It's strange to be a nomad who ambles between the secular world and the fundamentalist Christian world. I often feel like an illegal alien in both places, but I read writers and bloggers in both. Those who don't keep up with the fundamentalist blogosphere just don't know what you're missing! .... Yeah, you probably do know, and that's why you choose to miss it, and here I come, ruining everything.

I bet that the, and i'm not being sarcastic, the absolute storm that blew up over the weekend about an upcoming book, was something many of my readers didn't hear a whisper about.

It starts with this video :

...and major writers in the Christian blogosphere, who have books out and big followings, are having this massive discussion about the theology of heaven and hell. Commenters are writing hundreds of comments, some as long as a blog entry themselves, most fairly respectful if adamant, a few quite vicious. A friend's blog sent me here.

I ended up in a wonderland of links. I learned that there is such a thing as evangelical universalism, that arguments as to whether hell exists and whether God would send anyone there aren't all -- there's the question of whether consignment to hell must be eternal, or whether it can be a place that still carries hope.

I learned who Brian McLaren is, and that traditional evangelicals think he's theologically loose and dangerous. One blogger worries that Rob Bell's theology
"not only dishonors God, his Word and his Christ, but could also be directly responsible for some passive church-going people ending up in hell."
You gotta understand, I'm not here to tell anybody which side they should be on in these issues, or even to say that there shouldn't be conflicts over them. Historically, people have been tortured or killed by the thousands over doctrinal points, so to live in an era in which people blog 20 paragraphs, and opponents blog 25 paragraphs, is a great blessing - and a huge leap forward.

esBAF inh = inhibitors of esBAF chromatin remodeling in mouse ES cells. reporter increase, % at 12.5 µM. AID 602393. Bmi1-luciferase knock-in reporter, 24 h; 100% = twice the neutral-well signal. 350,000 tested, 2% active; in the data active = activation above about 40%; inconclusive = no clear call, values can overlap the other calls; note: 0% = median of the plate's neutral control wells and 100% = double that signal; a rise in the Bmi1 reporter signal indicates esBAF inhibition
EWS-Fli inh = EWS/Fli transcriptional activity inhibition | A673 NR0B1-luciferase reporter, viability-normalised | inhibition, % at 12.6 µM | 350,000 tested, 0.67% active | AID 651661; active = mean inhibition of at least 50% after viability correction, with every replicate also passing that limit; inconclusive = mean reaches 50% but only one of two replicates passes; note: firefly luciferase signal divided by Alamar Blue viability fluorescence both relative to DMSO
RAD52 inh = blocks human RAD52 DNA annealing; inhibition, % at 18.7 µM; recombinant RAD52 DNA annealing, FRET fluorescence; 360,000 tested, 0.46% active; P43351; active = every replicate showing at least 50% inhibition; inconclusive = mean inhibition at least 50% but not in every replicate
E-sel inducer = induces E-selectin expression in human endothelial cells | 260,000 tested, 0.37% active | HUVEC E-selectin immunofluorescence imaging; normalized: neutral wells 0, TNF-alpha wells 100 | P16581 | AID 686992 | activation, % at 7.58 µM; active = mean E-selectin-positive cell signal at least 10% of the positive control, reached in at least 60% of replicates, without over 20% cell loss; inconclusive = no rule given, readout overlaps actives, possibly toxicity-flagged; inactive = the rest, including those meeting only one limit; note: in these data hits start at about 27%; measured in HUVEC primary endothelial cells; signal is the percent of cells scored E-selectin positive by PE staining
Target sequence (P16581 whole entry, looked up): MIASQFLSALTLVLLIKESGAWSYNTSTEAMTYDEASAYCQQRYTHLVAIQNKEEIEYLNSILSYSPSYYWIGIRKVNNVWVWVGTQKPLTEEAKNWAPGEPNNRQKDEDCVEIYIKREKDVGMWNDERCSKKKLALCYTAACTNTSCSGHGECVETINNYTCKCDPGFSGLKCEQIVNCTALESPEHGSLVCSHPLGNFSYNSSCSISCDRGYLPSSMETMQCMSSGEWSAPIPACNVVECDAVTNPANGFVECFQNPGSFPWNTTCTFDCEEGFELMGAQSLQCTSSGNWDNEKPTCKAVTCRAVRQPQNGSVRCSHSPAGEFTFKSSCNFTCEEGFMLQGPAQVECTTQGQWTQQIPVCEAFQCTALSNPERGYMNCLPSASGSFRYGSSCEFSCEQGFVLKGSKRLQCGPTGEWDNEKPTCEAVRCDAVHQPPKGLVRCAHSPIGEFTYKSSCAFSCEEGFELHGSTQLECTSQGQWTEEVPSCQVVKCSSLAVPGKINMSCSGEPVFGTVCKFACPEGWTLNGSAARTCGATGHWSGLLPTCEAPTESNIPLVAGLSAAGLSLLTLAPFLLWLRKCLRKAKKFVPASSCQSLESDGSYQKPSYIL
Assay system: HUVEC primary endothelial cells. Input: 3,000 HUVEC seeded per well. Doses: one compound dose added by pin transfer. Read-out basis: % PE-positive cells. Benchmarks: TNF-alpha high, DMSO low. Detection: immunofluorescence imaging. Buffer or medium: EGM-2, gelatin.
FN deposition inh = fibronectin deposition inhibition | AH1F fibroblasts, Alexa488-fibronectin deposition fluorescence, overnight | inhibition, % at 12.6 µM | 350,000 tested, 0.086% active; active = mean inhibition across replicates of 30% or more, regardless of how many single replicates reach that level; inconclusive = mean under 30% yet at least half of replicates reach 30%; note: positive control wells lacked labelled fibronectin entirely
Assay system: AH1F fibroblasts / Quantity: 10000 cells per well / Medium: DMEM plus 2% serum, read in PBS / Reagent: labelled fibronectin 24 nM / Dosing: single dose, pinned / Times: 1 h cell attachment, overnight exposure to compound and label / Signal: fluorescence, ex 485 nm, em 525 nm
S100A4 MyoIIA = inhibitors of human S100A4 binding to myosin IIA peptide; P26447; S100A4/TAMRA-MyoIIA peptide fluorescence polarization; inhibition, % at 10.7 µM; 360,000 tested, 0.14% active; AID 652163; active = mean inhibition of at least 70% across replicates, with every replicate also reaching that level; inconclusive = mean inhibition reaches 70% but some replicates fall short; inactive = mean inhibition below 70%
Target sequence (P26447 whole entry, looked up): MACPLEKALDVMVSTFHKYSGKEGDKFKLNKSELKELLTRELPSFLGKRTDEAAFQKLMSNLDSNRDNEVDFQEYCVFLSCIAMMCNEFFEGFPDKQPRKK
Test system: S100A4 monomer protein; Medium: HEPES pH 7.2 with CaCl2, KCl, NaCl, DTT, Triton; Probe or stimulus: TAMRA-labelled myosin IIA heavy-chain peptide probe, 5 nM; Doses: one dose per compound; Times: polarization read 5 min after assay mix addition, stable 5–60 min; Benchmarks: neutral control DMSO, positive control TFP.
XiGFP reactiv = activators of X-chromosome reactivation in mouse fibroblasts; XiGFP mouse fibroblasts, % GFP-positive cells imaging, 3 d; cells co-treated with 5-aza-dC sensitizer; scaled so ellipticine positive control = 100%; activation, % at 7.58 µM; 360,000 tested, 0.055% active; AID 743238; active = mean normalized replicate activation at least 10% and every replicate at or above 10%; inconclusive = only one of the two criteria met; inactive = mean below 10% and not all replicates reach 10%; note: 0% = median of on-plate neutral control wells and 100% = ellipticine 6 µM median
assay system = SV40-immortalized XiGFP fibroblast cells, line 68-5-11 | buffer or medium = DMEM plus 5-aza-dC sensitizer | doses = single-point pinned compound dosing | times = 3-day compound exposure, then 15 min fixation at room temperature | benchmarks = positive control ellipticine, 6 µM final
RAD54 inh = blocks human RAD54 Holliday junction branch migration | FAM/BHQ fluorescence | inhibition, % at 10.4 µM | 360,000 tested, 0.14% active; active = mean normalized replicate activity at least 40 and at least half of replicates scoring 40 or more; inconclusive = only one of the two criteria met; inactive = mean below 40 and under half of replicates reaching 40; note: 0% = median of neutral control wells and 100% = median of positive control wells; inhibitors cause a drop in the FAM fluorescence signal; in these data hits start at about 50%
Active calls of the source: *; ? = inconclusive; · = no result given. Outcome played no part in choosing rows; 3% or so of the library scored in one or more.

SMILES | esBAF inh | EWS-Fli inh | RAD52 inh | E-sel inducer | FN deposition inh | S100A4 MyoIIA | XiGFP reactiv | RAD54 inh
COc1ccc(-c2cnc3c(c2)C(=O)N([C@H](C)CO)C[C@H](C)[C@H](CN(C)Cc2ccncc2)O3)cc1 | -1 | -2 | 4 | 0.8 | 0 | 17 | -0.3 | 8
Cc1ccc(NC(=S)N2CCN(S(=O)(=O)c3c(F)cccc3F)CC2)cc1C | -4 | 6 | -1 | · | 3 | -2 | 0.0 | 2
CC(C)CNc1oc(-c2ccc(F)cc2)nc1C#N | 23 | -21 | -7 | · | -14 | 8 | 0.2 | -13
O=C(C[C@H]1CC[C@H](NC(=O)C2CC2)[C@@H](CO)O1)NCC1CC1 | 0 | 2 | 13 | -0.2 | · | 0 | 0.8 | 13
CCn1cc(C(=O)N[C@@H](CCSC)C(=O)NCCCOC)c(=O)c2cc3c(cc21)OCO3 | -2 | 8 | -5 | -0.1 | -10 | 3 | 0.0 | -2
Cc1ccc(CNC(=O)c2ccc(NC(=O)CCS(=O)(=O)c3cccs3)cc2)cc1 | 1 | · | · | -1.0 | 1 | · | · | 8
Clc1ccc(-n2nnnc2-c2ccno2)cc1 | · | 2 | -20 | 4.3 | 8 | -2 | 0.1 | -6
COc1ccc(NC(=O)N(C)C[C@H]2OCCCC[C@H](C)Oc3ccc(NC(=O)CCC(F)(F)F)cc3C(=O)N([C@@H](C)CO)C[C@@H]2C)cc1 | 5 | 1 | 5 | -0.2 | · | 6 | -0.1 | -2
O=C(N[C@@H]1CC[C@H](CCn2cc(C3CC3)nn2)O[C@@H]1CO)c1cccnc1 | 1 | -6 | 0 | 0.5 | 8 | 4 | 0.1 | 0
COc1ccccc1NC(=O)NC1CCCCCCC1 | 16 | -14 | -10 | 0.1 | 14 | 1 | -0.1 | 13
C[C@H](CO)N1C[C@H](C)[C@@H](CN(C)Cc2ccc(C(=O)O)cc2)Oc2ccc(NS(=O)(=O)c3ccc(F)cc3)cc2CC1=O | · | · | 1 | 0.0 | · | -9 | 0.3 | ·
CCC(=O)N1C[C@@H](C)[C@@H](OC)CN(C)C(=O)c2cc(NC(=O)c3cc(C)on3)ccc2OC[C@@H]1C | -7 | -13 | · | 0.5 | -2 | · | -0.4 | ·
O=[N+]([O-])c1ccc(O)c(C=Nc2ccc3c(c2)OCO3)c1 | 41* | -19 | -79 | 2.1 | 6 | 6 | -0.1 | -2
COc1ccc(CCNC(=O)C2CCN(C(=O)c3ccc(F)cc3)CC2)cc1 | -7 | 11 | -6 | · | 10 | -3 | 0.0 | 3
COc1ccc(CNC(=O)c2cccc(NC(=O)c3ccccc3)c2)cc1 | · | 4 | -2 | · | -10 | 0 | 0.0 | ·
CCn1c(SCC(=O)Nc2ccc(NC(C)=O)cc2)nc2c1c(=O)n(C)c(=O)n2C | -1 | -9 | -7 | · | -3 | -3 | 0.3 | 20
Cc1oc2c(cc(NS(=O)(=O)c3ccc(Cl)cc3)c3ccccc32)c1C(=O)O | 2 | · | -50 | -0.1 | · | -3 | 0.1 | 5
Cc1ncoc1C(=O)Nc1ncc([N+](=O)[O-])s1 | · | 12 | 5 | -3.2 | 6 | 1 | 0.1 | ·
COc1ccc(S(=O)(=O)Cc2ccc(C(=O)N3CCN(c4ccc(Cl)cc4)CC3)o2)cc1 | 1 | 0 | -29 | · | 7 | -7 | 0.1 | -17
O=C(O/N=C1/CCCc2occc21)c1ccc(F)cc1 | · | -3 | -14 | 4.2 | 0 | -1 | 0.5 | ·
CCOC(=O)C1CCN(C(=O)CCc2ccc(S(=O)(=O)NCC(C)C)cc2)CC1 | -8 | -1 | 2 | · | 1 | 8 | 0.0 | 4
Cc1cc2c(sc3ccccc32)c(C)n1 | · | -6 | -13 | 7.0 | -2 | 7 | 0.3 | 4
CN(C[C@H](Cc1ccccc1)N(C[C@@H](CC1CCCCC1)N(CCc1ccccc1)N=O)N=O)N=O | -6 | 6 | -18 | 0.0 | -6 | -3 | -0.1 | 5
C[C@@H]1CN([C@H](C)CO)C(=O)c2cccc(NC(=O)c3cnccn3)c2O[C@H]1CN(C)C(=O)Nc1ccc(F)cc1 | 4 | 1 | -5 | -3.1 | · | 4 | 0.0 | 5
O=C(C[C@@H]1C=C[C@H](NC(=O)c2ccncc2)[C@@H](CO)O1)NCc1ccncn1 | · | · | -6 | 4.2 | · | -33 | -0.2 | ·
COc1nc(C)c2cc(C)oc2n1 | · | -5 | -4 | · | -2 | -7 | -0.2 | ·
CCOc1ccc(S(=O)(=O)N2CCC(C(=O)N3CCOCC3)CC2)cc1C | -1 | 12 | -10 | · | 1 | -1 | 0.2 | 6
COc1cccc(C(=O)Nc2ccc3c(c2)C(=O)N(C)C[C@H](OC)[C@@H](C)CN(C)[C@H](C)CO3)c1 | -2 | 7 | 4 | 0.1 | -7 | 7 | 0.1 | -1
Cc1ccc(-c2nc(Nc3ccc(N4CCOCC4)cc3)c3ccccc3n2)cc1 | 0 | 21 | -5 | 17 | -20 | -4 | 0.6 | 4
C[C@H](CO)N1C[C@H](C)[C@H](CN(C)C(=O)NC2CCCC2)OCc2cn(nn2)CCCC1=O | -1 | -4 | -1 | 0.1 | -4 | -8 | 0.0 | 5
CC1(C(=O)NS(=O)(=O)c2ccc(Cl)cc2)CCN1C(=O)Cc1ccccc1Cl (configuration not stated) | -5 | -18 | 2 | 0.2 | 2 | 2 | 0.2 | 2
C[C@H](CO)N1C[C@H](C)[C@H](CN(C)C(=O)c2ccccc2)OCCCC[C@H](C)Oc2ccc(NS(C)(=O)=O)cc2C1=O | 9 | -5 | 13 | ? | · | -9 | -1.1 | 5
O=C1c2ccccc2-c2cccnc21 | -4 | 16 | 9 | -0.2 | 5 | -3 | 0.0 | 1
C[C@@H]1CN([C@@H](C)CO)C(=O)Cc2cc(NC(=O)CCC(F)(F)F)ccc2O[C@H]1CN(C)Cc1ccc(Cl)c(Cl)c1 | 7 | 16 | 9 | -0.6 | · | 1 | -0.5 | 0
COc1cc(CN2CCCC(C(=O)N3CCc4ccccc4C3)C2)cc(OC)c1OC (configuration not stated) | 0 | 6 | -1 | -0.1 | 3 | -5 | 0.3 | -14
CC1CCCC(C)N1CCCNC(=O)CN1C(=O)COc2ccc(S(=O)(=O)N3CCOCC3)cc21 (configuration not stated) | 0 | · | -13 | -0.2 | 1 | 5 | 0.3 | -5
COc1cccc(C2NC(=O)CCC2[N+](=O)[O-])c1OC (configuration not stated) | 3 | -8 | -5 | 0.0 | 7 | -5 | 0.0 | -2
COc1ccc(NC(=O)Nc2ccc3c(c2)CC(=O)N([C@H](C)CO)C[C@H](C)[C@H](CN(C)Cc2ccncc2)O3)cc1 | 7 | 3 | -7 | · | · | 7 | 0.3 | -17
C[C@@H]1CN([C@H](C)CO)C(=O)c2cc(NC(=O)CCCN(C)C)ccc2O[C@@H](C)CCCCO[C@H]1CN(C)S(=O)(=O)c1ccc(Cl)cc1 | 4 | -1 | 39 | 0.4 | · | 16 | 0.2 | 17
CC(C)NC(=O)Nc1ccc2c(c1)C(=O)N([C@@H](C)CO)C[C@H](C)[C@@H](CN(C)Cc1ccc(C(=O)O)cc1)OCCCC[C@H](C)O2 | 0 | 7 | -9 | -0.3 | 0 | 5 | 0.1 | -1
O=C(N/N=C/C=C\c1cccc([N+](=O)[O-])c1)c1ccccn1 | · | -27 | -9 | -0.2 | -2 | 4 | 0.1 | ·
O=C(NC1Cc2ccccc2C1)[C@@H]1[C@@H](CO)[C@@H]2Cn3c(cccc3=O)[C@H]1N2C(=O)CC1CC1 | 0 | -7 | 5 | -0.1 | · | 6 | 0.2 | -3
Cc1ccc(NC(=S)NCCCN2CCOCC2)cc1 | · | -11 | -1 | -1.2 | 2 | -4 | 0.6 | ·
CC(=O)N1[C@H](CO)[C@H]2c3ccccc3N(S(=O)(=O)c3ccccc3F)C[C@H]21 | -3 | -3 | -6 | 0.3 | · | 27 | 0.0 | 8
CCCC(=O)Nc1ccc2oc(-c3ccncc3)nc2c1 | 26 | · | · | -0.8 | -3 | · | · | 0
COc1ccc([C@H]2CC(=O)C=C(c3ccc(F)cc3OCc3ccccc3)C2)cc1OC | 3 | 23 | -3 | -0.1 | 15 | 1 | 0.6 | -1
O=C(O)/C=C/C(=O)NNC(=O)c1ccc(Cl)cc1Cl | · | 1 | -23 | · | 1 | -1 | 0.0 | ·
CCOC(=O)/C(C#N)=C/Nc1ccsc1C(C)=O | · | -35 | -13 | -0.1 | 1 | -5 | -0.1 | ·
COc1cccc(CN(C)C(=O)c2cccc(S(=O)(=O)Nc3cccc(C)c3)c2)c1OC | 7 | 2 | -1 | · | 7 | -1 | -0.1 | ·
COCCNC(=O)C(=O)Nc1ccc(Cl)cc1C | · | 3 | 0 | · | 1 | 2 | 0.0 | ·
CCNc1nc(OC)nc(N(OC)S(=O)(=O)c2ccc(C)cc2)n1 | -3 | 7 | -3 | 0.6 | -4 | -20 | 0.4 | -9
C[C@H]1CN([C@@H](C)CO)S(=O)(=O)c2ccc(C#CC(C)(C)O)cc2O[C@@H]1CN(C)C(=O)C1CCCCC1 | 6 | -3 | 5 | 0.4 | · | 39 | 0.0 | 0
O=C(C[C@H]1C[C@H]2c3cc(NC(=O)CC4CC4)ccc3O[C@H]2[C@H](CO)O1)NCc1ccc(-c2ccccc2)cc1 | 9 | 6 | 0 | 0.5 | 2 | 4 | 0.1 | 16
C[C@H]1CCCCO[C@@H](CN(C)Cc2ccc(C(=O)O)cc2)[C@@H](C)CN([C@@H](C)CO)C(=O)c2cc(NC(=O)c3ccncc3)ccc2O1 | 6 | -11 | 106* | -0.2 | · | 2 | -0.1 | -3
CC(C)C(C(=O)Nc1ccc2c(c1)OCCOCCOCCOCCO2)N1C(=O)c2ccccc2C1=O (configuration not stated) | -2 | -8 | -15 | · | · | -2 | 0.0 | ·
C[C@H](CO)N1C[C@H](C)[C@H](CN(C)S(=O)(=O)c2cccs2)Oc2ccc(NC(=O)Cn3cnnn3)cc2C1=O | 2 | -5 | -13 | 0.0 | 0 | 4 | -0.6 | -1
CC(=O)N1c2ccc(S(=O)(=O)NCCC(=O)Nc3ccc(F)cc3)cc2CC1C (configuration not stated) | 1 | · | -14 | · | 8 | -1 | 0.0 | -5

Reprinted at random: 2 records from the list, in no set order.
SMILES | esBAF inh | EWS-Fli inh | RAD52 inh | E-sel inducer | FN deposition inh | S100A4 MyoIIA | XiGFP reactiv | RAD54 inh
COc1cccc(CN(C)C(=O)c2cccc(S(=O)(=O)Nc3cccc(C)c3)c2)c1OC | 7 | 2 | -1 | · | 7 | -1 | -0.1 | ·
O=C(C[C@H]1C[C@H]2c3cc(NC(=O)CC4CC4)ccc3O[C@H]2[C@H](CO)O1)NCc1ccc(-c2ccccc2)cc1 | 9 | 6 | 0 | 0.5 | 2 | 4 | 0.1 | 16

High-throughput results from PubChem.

It's the claim that these are salvation making-or-breaking issues that gets to me. It's the way they contradict their own belief system.

You either believe you need salvation through Christ's redemptive act, or you don't believe it. If not, then the whole issue is like one of bridge players discussing a rule. You don't play bridge, so you don't care.

The problem is that even those who do believe it seem to think that these other doctrinal points can negate that salvation. In doing that they deny their own theology. They holler "The Bible is THE Word of God!" but over pulpits or keyboards they reveal a bait-and-switch. Well, sure, Jesus said that "Whoever believes in Me" thing, but he was just giving the executive summary. You can't expect it to be that simple.

In other words, they -- not pagans and atheists, but the Bible-believers themselves -- are saying that the Born Again experience isn't the answer after all. They're giving the doctrinal point about the nature of hell unwarranted importance. Does anybody who believes Christ is The One Way also think that someone who accepts Jesus as his personal savior will get burned anyway for claiming those in hell have hope? Such a doctrine is THAT evil, and causes a full-cache dump?